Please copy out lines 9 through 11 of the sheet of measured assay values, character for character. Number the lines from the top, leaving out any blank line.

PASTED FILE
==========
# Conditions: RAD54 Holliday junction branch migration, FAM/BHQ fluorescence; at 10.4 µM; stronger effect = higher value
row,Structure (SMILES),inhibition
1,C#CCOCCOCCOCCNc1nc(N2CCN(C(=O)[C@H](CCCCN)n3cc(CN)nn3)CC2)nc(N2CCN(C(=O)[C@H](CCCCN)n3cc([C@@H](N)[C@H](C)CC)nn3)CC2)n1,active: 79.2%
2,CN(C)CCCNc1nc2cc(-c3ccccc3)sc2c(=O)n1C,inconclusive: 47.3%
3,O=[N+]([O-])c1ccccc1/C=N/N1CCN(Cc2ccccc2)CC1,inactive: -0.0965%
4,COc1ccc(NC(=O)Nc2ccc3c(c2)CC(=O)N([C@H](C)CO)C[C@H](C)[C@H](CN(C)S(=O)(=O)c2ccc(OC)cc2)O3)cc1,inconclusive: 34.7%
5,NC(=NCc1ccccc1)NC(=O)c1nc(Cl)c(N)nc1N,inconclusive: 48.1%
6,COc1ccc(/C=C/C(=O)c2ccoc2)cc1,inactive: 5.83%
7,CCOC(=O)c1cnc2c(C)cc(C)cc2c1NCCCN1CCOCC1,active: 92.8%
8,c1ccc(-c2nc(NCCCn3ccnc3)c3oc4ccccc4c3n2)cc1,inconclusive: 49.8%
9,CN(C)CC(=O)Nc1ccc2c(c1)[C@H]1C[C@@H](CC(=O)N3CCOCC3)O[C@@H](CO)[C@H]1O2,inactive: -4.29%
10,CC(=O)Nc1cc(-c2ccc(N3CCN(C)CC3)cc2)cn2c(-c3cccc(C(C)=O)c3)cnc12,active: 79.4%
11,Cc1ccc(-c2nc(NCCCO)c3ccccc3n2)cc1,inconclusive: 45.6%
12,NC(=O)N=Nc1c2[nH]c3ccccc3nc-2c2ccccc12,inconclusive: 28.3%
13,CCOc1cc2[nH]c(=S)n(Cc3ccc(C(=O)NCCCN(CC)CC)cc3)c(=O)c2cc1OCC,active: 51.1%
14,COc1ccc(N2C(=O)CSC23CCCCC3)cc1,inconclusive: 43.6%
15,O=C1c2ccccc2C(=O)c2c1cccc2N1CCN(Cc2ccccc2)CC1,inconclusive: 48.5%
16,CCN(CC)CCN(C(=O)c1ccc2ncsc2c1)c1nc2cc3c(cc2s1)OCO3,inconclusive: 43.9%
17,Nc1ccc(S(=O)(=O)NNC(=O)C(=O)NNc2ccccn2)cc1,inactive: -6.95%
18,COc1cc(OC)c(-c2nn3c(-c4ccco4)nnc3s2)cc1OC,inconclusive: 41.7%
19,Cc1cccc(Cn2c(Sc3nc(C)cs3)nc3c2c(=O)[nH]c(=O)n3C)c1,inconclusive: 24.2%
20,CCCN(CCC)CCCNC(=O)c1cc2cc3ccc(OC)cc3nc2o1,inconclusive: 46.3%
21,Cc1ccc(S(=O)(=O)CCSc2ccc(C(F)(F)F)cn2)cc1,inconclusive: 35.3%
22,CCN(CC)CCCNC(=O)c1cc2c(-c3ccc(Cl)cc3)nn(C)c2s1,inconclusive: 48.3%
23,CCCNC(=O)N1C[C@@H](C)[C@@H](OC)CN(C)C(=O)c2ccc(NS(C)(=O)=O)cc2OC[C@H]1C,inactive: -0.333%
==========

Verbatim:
7,CCOC(=O)c1cnc2c(C)cc(C)cc2c1NCCCN1CCOCC1,active: 92.8%
8,c1ccc(-c2nc(NCCCn3ccnc3)c3oc4ccccc4c3n2)cc1,inconclusive: 49.8%
9,CN(C)CC(=O)Nc1ccc2c(c1)[C@H]1C[C@@H](CC(=O)N3CCOCC3)O[C@@H](CO)[C@H]1O2,inactive: -4.29%